Bell is the former vice president of business development for the Mississippi Business Journal, a post she filled until Spencer's murder; her name no longer appears on the Journal's Web site. In that role, she organized many high-profile business events in the city, including the Integrity Awards and the Mississippi Leading Business Women awards.
Federal defense attorney Kathy Nester was fascinating to watch during the James Ford Seale trial in Jackson as she defended with all her might the man accused of the 1964 kidnapping of Charles Moore and Henry Dee in Meadville. Watching Nester, a known progressive, stand up for an avowed white supremacist was mesmerizing, and a reminder that everyone, absolutely everyone, in this country deserves a good defense. Then when they're found guilty, we can feel confident that justice has been done.
Campbell is the new representative of House District 72, after replacing incumbent Erik Fleming. Campbell, a former policy analyst for the city of Jackson, was an early casualty of the Melton administration when she made the mistake of giving advice that contradicted the advice of City Attorney Sarah O'Reilly-Evans. Campbell had warned the council against a potentially unlawful decision by Melton regarding the council's pick for legal ads. O'Reilly-Evans threatened to report Campbell to the bar for acting as council's legal adviser, so Campbell left. The city later lost a suit lodged by local weekly The Mississippi Link for not following Campbell's advice.
Award-winning Mississippi artist Lea Barton has pieces hanging across the U.S.from New Orleans to Portland, Ore., to Washington, D.C.in such prestigious locations as art museums and the Library of Congress. In February, her show "South" will be on display in Manhattan's Bibro Fine Art, on W. 20th St. Barton, born in Yazoo City in 1956, discovered her "calling" in her 30s, subsequent to completing a Millsaps College enrichment art program. She went on to complete her bachelor's degree at Millsaps in '96 and her master's at the Pratt Institute in New York City. Today, Barton works from her studio in Flora, creating mixed-media art that celebrates and reveals the unique quality of the South, and themes of womanhood, loss, struggle and vulnerability. Barton also directs the art program for Operation Shoestring, a Jackson non-profit serving families in the inner-city.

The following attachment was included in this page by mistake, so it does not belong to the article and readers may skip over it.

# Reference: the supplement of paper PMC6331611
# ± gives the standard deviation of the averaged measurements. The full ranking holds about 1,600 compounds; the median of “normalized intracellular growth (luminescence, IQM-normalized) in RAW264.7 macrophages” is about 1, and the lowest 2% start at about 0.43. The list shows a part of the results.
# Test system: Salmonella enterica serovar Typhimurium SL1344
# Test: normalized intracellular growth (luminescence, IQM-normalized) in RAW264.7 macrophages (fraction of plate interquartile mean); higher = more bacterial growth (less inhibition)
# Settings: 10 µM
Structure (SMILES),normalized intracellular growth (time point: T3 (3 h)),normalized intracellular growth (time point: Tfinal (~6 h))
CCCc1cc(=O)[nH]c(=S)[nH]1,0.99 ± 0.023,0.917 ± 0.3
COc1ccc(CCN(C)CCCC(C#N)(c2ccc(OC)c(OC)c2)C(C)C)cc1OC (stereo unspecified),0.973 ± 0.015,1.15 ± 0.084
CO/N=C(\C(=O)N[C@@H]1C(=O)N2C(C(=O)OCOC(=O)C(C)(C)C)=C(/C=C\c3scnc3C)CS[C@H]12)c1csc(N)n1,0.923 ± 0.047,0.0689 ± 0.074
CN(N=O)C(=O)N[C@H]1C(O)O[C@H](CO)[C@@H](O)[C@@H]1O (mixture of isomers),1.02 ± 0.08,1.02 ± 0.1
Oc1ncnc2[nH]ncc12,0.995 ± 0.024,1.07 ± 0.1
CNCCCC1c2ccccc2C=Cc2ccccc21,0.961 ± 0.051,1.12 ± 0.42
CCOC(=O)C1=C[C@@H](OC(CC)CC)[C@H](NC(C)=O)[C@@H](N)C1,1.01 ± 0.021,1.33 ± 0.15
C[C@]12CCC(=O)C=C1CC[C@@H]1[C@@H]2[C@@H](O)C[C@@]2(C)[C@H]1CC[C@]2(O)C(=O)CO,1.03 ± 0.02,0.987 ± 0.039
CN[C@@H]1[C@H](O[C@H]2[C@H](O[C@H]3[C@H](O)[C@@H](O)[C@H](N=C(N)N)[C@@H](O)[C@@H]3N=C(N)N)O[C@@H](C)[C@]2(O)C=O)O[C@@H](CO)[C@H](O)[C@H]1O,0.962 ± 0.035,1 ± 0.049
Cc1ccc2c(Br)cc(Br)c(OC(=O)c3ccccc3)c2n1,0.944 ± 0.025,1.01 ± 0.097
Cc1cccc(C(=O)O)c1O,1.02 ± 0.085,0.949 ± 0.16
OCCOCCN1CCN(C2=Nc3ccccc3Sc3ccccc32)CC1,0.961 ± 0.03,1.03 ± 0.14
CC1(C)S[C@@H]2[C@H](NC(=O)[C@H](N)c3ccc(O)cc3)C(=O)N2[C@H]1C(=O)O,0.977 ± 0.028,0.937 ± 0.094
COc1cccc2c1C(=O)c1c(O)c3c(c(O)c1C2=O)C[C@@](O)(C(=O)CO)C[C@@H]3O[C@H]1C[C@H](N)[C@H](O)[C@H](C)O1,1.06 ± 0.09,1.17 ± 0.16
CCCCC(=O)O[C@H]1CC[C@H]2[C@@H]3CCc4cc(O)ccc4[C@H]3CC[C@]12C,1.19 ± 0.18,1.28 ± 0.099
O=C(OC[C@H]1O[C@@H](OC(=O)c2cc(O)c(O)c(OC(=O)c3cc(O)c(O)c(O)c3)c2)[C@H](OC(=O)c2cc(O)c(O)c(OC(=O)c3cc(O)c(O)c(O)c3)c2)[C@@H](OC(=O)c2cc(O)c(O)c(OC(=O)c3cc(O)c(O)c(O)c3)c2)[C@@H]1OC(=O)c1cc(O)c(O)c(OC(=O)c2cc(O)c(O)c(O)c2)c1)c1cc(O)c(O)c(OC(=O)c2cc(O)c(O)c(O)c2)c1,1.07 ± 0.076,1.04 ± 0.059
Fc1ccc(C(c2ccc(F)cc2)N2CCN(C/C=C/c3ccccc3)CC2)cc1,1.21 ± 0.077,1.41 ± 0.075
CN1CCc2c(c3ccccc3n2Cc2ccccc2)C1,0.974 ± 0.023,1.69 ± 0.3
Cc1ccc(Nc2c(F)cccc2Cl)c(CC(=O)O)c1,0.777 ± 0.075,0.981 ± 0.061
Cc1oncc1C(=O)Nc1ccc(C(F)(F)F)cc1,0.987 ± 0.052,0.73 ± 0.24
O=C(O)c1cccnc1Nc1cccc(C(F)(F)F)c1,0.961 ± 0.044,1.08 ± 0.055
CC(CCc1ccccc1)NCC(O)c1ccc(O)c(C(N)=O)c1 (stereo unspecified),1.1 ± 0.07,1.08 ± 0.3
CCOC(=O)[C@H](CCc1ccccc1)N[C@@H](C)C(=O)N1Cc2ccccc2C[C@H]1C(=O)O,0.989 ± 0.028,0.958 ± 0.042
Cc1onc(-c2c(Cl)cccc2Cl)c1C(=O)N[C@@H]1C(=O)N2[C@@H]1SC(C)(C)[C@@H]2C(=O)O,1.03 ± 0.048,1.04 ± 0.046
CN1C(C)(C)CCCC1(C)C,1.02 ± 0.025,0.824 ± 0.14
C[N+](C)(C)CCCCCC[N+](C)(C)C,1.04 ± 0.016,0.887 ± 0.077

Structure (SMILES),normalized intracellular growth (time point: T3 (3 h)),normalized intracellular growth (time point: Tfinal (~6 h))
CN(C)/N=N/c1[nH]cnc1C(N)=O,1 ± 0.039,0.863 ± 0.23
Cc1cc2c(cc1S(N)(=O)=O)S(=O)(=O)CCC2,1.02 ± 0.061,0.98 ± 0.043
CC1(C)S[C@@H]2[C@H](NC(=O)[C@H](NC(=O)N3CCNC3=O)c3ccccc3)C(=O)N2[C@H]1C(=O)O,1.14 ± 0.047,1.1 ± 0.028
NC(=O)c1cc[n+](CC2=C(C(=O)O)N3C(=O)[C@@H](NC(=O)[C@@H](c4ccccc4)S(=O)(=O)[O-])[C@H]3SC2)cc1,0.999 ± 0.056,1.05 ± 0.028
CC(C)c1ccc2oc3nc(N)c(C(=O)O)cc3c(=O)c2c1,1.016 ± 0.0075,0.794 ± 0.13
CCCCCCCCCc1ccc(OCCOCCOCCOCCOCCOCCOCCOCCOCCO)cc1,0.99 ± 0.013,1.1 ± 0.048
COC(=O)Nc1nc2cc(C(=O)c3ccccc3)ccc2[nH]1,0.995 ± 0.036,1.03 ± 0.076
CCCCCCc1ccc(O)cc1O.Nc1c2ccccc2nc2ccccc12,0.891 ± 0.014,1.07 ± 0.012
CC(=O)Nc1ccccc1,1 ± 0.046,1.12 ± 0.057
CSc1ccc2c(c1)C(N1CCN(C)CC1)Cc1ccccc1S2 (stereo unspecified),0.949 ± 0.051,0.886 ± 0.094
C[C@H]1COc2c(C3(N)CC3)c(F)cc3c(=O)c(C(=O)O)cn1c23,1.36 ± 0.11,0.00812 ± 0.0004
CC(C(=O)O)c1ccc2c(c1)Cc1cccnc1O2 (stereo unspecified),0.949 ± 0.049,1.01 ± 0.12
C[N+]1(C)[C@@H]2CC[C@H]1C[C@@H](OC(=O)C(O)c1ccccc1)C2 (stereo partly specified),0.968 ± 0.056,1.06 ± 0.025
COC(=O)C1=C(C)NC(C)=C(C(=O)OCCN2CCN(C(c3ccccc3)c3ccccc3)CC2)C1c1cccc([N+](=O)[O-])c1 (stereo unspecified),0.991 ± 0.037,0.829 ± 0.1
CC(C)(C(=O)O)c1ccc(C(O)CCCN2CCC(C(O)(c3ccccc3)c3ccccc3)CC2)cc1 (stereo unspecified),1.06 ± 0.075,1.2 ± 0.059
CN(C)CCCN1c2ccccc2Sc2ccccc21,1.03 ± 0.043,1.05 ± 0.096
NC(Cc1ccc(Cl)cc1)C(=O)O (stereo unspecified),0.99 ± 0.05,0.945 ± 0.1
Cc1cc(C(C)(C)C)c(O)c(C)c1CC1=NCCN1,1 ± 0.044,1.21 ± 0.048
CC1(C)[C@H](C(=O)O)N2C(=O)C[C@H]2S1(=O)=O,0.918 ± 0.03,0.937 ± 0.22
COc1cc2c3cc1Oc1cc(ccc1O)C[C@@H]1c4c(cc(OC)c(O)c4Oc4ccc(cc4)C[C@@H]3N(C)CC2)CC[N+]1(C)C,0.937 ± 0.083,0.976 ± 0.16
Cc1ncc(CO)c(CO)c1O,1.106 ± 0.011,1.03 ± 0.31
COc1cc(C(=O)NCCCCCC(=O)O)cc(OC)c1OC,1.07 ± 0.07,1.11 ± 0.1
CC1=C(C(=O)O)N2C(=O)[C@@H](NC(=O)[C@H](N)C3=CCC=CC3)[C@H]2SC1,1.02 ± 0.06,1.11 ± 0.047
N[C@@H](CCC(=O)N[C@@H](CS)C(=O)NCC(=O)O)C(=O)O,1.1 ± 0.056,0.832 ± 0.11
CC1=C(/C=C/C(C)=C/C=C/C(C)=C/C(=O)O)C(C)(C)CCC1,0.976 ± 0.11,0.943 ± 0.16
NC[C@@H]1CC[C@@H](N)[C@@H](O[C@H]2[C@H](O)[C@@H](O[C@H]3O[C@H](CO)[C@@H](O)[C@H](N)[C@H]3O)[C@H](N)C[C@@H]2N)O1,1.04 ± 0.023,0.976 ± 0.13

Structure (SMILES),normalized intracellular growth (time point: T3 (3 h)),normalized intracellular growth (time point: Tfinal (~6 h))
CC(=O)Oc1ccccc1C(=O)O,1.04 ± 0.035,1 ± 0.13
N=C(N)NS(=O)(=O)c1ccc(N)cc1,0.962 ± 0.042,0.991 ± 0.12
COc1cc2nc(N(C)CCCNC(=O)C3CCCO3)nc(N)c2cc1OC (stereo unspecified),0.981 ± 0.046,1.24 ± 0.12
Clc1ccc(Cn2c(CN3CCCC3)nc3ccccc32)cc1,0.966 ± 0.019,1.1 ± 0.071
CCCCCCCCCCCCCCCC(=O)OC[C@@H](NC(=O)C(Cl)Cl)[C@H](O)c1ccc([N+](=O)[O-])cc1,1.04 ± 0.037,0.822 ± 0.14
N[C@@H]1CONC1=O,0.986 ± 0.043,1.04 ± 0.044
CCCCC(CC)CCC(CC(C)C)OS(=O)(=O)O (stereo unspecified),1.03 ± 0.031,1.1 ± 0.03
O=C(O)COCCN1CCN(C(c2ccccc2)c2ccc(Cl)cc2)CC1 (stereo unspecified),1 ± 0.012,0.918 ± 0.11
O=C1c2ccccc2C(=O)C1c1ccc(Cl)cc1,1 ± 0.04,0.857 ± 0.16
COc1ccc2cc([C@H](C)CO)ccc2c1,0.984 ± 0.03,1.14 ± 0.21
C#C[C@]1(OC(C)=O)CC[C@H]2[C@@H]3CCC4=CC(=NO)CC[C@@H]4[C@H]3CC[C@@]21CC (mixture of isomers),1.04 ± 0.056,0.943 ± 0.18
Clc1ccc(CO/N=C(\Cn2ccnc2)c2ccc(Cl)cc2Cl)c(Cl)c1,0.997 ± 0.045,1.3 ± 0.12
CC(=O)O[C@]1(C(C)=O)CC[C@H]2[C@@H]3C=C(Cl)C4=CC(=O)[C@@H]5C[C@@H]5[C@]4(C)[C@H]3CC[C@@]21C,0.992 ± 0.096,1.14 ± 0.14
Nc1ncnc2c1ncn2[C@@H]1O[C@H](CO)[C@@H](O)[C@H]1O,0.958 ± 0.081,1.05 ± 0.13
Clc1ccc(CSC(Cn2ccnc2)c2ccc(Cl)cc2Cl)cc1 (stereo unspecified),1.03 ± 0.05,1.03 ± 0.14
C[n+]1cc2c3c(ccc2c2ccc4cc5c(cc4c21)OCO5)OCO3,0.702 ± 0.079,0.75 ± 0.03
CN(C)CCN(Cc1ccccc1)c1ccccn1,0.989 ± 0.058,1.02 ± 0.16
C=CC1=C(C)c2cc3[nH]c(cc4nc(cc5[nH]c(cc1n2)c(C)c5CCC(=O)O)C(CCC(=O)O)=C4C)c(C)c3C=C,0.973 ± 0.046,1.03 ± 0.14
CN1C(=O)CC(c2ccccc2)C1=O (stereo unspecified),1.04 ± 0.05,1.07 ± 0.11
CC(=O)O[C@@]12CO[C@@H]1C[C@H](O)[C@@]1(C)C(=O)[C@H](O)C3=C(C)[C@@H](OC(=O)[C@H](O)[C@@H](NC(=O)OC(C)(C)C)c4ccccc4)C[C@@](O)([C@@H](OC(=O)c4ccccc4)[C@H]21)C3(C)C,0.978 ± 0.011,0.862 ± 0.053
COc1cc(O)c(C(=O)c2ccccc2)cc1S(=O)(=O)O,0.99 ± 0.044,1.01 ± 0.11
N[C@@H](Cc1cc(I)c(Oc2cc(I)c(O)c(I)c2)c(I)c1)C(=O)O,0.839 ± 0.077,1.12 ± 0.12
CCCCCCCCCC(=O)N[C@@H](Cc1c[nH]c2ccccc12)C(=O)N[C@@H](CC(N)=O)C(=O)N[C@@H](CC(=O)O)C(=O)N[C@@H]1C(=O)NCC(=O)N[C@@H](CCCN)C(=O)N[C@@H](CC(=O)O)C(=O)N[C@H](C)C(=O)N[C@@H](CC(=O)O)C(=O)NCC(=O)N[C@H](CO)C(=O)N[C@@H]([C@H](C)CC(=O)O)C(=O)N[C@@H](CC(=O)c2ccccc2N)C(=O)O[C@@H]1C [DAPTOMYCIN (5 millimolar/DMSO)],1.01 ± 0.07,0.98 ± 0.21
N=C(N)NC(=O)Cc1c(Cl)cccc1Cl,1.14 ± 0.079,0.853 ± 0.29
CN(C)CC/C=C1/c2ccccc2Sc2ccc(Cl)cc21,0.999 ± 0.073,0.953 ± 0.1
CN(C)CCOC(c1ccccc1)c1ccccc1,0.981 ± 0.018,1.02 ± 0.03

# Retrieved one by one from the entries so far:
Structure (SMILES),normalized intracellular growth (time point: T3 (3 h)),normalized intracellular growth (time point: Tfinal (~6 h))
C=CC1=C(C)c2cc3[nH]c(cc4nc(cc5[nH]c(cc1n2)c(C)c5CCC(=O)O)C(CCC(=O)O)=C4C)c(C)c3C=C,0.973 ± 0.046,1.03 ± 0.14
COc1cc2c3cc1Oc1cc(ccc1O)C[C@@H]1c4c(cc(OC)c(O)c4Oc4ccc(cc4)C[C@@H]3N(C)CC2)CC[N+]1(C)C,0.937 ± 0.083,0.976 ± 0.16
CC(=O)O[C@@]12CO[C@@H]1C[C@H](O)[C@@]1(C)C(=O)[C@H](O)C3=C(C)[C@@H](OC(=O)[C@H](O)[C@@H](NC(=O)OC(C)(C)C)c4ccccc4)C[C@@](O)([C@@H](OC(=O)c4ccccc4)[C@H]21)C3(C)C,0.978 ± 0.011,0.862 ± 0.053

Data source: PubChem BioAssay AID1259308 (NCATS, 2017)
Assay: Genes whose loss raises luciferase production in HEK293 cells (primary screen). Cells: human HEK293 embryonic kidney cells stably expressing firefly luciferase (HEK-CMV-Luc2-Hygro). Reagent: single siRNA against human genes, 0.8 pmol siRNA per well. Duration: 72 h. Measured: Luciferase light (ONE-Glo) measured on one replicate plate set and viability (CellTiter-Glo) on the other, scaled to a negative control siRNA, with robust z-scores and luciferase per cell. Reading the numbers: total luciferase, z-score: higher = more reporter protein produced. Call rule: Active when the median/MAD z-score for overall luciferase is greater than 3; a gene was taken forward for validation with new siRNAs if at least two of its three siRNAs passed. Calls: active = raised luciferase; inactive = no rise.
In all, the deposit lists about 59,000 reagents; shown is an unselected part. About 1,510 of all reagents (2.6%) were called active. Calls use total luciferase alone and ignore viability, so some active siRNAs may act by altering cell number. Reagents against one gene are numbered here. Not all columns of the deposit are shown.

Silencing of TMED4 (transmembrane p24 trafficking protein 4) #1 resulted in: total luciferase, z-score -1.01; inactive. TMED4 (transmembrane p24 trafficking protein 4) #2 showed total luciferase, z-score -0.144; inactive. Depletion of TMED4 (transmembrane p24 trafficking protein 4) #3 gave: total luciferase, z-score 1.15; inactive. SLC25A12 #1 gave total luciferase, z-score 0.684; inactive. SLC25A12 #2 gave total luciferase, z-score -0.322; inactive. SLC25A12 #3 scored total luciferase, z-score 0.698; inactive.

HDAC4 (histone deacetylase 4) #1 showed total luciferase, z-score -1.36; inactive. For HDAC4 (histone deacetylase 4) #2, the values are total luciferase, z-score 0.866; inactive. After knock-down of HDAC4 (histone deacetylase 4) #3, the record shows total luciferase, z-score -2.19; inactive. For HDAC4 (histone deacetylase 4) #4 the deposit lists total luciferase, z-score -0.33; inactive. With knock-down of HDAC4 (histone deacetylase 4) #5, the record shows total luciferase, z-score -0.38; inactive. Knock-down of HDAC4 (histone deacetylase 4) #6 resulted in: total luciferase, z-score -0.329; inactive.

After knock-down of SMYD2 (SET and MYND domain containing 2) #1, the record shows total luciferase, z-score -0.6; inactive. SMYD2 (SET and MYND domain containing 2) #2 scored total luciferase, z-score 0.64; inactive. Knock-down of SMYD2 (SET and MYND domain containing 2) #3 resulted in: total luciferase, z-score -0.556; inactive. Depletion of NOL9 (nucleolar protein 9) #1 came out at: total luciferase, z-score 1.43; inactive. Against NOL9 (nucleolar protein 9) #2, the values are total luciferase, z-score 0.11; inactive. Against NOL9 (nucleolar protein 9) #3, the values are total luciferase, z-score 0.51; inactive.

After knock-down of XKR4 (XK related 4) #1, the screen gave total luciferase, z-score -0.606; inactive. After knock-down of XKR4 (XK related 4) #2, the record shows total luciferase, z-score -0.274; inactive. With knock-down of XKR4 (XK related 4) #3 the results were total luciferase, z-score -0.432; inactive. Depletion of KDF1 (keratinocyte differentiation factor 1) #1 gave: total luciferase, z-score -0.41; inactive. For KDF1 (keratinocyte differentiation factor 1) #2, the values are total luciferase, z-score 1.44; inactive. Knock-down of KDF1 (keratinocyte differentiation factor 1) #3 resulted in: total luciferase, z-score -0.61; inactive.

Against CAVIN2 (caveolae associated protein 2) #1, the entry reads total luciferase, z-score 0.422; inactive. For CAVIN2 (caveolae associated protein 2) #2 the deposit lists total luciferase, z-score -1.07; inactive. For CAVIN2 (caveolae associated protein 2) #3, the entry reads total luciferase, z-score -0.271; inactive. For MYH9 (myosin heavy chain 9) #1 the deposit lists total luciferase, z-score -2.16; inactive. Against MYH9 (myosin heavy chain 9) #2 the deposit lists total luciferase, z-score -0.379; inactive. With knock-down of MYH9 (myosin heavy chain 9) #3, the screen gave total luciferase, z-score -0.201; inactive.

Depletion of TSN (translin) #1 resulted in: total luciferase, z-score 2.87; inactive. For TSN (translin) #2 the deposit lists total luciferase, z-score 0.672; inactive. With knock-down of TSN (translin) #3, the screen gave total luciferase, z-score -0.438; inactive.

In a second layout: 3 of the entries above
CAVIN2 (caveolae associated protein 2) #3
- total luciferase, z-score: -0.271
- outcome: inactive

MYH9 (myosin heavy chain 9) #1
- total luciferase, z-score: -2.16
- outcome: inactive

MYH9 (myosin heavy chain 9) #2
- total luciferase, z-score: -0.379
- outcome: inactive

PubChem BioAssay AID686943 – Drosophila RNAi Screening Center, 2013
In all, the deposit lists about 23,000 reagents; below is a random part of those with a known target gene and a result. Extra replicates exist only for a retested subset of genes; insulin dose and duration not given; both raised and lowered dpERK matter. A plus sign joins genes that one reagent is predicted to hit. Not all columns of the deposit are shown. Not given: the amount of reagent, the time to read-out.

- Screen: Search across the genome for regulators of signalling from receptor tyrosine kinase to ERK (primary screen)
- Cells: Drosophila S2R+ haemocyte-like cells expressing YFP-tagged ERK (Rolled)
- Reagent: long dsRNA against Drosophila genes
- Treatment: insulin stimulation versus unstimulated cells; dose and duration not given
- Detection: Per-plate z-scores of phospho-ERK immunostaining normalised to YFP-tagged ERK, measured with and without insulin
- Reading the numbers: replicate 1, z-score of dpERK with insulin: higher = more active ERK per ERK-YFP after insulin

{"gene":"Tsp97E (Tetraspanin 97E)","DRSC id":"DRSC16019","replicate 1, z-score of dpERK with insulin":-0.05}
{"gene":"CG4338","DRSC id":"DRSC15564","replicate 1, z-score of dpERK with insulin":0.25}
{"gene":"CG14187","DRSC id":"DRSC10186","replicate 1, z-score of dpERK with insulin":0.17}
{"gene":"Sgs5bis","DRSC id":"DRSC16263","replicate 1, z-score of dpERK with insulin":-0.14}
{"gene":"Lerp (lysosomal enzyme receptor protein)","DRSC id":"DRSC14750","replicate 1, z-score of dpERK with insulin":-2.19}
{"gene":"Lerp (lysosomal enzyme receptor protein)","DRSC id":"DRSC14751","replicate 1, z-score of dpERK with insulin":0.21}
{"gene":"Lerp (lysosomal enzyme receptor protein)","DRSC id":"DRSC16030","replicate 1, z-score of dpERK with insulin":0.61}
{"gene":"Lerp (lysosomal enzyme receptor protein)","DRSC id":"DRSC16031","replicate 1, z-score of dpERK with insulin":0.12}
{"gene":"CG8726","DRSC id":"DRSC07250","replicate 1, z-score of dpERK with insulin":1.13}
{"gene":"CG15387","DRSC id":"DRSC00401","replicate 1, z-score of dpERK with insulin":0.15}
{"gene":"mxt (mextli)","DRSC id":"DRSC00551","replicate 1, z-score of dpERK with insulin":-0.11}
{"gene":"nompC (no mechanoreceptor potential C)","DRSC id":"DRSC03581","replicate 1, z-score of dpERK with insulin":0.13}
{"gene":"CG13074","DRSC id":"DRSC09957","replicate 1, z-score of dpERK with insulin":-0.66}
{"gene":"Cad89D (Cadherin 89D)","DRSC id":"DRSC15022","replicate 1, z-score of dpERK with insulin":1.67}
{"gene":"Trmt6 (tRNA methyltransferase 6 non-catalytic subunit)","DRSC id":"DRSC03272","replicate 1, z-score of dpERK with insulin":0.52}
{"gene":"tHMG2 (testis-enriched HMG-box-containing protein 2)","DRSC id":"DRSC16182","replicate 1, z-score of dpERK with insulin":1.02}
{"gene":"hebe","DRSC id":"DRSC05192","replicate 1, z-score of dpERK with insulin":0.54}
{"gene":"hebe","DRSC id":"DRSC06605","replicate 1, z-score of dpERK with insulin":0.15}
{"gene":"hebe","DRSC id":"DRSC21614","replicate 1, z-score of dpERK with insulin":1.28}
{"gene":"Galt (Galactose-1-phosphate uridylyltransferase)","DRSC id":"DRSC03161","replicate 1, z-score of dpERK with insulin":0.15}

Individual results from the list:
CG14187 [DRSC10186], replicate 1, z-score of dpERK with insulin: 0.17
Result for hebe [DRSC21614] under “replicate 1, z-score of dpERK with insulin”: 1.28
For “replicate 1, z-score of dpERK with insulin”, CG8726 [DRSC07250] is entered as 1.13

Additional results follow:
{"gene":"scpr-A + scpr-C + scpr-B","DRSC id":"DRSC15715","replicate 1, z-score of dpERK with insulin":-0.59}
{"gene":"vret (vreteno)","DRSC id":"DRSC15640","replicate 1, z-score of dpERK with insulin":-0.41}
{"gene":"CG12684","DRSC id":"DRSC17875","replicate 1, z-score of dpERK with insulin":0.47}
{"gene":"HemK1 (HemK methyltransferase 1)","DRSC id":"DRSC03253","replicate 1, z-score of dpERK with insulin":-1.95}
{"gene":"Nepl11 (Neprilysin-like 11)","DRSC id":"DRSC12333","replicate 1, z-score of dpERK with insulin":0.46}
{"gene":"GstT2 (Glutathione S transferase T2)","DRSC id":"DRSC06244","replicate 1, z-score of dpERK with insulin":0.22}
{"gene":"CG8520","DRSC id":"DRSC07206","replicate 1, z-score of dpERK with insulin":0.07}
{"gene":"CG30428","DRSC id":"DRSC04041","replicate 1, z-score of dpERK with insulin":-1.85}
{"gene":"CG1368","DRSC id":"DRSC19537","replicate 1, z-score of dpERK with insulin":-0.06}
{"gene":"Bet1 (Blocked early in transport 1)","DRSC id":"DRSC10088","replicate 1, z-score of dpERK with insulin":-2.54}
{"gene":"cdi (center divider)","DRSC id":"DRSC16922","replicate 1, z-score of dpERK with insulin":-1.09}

Robert Shuler Smith
Photo by Cheree Franco
One of the more puzzling figures to make news in 2007 was new District Attorney Robert Smith, a successful (and well-paid) defense attorney who has defended many of the young criminals associated in some way with Mayor Frank Melton (not to mention one of his bodyguards in the duplex demolition case). Smith comes from a family rich with civil-rights history, but his main proponent for district attorney was former District Attorney Ed Peters, a longtime protégé of Melton and his personal attorney, Dale Danks. During the campaign, Smith tried to distance himself somewhat from Peters, although in recent weeks Peters has been trying to get the city to pay Smith and another attorney for the defense of Melton's bodyguards. The question of 2008 may well be: Just how close are Smith and Melton? Melton introduced him to the JFP at his home in 2006 as "one of mine" and then took over the mic at Smith's victory party, sending a message that he and Smith would work closely together. Soon afterward, Melton appointed two JPD officers as Smith's new bodyguards, raising eyebrows even further.
Photo by Adam Lynch
Former Police Chief Shirlene Anderson may be the most enigmatic person in Jackson right now. Seemingly appointed to do Melton's bidding, Anderson was a shy, aloof chief from day one who didn't like to be questioned or hold press briefings to talk to the public about her actions. Her favorite phrase seemed to be "that's a personnel issue." Police who have known her for a long time say she was a good narcotics officer, and is a loving person from the Delta, but she made her mark in Jackson as a police chief who didn't know how to say 'no' to Melton. Ironically, she supposedly stepped down because she wouldn't sign off on Melton's promotions of his bodyguards. Good for her, even if too little, too late.
In 2007, Fredrica Brunson emerged as a symbol of the questions surrounding Melton's mentorship of young men. Brunson, who is also known as Jermaine Butler, became the head of the Wood Street Lawn Crew, seemingly doing what Melton told him to do. Even as some members of the City Councilthose not in Melton's back pocketquestioned how contracts were being given to the lawn crew, Brunson complained to the JFP that his bills were not paid on time. An interview with Brunsonalong with reports of his alleged criminal behaviorrevealed that he was certainly a young man in need of help and guidance, but emerging details showed that it was probably not the kind he was getting from a mayor who likes to play favorites with the young men of Jackson.